Editorial Design
Brand Identity
ArtCenter Gallery (2019)

Thanks to:
Annie Huang Luck (Instructor) at ArtCenter College of Design
TIME Magazine is the nation’s first and leading weekly news magazine. 
This rebrand updates and refreshes the familiar brand to better connect, serve, and define a new generation of engaged individuals.
In addition to the logotype moving from the serif identity that TIME has currently created, an accompanying logomark creates a framework for the rest of the identity.
News is being consumed constantly, at a much faster rate than ever seen before. This requires the news industry to adapt as well.
Through this reimagination of how printed news can function today, I developed a system that frontloads the short form content, for quick reads, similar to the role social media plays in our day to day. However, the longer content awaits, ready to be continued for the user.
The departments are an opportunity for quick snippets of news, and easily digestable commentaries, data, and visuals.
Through this process, I found the interesting duality of preserving social media, such as Tweets, in a printed form. It seems that in an age where the president is actively engaged on this platform, the posts themselves become an artifact of sorts.

The longform content, folded toward the back of the publication, allows for detailed analysis and news in the way that TIME Magazine has already successfully established.
“The Entertainment Exodus” is an article that discusses the repercussions of the legislation around women’s health on the entertainment industry. When states like Georgia issued their ban on abortion, the public reacted with a collective and firm response.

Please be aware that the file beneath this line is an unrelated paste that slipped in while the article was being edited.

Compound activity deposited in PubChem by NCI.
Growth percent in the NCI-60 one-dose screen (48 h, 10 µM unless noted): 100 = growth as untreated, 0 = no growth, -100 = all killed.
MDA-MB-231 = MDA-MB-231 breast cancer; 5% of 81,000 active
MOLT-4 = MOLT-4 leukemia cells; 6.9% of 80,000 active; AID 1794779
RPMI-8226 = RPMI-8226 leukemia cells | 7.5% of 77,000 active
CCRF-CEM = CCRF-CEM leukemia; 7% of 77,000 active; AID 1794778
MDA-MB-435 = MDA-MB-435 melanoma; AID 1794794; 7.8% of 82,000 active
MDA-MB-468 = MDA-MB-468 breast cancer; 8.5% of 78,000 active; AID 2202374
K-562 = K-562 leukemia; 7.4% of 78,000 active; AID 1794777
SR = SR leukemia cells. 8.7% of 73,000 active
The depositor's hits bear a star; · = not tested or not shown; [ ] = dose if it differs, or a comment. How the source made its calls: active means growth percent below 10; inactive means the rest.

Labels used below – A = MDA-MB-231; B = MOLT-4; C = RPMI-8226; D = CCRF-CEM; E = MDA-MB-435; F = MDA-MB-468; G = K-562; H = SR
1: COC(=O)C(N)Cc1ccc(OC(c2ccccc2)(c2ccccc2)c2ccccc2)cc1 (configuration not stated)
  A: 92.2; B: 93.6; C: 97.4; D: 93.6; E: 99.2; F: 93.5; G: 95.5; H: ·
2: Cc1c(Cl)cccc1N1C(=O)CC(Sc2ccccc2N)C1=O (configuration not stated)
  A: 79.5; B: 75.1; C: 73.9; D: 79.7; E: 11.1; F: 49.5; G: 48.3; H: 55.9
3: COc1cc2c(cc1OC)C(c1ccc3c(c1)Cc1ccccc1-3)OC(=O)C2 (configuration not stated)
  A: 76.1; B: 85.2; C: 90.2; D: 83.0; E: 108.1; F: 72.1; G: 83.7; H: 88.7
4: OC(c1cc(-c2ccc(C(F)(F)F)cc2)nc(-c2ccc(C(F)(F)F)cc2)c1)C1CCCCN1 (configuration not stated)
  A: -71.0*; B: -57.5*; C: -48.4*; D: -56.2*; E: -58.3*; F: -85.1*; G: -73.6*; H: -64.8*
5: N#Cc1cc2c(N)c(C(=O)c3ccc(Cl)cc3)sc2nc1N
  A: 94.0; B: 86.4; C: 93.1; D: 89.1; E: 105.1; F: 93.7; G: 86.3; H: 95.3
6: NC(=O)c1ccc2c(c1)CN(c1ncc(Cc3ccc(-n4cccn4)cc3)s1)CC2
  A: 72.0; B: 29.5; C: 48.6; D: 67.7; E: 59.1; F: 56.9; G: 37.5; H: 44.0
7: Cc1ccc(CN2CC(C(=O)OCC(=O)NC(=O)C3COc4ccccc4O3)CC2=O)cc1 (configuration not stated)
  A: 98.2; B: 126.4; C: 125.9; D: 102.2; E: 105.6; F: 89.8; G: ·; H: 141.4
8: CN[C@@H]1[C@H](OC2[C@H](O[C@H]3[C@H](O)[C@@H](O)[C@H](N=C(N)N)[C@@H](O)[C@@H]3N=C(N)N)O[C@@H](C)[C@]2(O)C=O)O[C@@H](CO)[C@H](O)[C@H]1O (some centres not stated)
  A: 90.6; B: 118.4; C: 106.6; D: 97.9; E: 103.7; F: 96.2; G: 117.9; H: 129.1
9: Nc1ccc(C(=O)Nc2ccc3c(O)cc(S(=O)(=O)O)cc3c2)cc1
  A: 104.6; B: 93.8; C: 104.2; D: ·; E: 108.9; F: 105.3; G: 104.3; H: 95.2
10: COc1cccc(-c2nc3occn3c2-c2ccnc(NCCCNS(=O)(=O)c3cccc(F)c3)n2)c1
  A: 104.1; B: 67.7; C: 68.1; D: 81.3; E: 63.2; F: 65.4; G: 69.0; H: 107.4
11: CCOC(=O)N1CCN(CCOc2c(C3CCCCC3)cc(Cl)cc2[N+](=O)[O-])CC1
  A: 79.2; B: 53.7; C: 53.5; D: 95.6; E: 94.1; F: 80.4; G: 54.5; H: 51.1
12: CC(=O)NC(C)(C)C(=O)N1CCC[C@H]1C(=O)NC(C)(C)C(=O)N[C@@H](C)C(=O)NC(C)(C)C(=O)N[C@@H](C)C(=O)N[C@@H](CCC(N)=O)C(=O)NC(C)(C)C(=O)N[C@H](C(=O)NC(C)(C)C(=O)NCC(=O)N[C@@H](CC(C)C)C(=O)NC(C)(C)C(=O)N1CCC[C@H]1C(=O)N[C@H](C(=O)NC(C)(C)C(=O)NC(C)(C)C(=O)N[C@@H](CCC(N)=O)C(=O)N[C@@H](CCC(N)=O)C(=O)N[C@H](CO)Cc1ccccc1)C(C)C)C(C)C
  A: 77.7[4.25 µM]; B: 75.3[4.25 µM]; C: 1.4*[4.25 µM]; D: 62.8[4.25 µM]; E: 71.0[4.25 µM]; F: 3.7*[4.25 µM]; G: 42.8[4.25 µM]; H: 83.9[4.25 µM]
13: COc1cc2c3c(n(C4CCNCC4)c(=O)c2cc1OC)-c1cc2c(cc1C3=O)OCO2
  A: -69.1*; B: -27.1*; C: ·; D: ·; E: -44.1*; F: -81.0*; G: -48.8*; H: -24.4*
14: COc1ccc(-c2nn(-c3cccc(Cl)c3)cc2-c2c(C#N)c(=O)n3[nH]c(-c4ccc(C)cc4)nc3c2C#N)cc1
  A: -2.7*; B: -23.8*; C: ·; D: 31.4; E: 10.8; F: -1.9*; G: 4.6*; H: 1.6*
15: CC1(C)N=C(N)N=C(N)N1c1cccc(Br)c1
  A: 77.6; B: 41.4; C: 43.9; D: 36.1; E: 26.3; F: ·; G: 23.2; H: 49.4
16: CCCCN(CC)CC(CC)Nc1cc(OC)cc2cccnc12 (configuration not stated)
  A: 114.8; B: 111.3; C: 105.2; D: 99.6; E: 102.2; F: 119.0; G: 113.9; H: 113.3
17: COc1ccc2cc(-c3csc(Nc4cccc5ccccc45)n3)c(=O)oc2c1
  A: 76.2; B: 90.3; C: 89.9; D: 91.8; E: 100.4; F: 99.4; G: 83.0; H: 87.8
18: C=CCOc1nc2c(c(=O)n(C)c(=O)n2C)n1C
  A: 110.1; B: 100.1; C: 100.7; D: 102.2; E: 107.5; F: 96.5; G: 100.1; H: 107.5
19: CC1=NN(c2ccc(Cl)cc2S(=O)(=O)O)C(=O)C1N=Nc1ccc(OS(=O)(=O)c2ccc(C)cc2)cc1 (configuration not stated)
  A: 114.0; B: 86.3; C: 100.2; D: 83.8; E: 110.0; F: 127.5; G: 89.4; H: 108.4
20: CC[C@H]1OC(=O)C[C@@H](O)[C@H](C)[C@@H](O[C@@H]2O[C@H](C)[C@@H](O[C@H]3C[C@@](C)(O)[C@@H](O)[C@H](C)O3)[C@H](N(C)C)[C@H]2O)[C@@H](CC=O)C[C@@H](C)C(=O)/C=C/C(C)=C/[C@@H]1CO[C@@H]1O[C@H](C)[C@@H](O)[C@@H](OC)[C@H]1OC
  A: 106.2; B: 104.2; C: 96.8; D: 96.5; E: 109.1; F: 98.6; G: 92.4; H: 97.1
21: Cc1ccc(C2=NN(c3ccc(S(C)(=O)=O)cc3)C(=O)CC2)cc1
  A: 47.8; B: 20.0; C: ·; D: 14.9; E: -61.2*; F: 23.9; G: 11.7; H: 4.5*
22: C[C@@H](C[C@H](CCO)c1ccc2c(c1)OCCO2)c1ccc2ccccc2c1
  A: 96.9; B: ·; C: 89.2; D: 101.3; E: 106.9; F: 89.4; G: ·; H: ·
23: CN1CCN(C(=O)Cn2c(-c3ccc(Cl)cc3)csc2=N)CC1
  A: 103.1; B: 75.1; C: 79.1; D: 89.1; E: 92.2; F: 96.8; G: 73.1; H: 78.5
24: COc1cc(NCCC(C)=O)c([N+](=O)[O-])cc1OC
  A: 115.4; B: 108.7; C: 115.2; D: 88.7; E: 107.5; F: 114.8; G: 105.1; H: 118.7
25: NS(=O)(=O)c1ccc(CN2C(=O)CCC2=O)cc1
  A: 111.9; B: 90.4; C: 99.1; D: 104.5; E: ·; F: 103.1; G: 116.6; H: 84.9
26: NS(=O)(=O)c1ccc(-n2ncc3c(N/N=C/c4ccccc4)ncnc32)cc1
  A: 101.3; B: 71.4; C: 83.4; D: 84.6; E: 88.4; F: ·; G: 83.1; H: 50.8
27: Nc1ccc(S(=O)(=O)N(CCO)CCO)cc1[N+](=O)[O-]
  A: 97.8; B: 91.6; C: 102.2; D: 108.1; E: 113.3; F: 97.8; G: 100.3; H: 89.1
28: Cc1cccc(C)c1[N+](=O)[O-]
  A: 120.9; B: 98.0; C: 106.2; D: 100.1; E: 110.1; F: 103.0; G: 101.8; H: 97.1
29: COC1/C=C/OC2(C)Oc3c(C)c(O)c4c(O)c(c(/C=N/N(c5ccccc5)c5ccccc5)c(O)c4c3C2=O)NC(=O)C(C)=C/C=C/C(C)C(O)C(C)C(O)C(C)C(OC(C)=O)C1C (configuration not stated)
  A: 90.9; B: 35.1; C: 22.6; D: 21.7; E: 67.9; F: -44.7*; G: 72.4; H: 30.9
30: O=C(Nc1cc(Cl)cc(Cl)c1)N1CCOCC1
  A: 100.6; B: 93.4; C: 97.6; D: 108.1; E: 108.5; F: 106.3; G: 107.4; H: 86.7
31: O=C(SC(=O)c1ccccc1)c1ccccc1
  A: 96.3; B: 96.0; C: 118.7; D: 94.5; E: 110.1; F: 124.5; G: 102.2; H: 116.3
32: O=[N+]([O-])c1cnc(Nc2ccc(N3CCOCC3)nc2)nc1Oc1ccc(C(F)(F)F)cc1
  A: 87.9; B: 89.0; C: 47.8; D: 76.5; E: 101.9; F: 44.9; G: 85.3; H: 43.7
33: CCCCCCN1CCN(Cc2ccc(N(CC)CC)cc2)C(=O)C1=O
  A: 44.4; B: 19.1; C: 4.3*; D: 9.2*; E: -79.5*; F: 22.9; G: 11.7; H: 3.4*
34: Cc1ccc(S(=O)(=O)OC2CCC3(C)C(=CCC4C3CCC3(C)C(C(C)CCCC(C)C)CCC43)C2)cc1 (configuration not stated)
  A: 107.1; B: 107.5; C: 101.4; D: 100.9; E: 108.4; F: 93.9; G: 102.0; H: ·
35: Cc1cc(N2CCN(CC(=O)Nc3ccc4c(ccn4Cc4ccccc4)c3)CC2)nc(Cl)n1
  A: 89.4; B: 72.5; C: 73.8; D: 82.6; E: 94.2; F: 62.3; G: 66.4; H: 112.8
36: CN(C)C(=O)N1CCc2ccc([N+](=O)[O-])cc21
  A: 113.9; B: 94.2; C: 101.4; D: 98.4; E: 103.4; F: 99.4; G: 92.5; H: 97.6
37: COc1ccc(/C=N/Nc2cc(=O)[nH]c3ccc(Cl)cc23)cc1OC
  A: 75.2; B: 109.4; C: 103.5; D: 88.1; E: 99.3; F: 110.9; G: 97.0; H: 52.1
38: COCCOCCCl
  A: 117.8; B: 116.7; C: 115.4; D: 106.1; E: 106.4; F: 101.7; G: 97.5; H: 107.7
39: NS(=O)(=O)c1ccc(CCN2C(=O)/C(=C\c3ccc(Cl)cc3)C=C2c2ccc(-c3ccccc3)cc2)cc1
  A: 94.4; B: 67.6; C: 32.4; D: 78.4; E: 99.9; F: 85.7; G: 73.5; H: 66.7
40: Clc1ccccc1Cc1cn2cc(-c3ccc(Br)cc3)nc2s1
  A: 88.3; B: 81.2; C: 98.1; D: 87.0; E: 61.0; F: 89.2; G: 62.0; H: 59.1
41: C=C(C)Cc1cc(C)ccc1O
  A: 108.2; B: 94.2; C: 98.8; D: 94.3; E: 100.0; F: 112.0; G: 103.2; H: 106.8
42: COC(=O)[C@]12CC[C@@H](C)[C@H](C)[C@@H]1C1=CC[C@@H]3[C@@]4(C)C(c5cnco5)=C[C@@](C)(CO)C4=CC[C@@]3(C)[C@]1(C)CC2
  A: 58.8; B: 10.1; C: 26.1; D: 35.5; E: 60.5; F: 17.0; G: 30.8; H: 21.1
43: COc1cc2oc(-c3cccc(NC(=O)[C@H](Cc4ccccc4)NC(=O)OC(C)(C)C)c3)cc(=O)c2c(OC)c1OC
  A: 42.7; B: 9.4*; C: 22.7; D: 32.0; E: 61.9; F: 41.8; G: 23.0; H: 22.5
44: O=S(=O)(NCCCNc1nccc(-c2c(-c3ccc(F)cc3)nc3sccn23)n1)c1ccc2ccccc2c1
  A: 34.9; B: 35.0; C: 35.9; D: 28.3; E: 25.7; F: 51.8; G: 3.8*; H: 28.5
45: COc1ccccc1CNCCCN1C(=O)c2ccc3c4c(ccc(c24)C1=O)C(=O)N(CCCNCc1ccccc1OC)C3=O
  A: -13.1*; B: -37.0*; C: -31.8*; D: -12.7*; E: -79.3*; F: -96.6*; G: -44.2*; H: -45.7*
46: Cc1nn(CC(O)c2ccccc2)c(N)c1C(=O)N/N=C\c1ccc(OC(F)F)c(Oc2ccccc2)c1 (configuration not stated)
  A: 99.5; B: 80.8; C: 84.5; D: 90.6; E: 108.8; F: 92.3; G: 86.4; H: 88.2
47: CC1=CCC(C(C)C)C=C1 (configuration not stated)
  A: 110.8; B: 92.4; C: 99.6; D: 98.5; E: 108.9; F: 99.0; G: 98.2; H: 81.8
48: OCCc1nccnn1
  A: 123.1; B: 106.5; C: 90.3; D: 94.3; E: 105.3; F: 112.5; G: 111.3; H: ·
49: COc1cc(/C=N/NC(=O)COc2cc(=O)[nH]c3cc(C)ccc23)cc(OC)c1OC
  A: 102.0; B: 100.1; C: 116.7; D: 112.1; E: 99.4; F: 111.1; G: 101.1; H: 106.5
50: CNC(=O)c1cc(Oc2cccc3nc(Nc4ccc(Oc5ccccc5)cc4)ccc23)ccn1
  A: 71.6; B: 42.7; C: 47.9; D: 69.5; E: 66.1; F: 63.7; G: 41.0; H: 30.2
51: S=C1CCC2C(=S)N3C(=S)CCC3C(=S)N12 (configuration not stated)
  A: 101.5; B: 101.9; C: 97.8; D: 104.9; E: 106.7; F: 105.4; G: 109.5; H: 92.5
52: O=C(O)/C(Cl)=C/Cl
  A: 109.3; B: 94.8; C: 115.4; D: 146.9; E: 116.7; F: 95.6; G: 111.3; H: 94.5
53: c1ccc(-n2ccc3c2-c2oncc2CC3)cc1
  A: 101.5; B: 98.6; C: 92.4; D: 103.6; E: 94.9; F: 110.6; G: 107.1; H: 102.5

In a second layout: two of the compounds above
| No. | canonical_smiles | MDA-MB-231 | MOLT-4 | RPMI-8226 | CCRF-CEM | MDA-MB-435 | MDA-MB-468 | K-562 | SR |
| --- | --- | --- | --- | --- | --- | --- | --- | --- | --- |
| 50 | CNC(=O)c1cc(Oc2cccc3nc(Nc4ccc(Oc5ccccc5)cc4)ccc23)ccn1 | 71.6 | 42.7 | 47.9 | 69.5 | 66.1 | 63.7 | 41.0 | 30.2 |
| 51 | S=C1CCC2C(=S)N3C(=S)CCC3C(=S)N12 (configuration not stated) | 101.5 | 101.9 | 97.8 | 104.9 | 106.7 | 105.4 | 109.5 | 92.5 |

This article visualises the devastating effects of the Flint water crisis, featuring photo essays of its residents and essays regarding this political administration’s response.
“The Great Divide” is an article that addresses the tensions and constant, ongoing challenges between the United States and the Mexico border.
This article is a commentary on the language used the 45th president of the United States used after visiting the leader of North Korea.
The process of updating a classic, established media company shed light on the elements that are missing from the current model, and hopefully ignites a conversation of rethinking and reinventing what news can be.
The role social media has on news consumption is immense. How can an outlet engage its users in multiple dimensions? The design considerations here were not to repeat a carbon copy of the printed matter—instead, find new and interesting ways to display content and information.

A poster series captures the essence of each new weekly issue, and speaks to the broader visual identity of TIME.
A mobile application provides another touchpoint to activate news in an efficient fashion.
Desktop viewing bridges the gap between other platforms while providing another way to stay active in ones news intake.
This reimagination keeps many of its roots in the historical and iconic brand of TIME Magazine, but pushes preestablished methodologies to keep the ball rolling.

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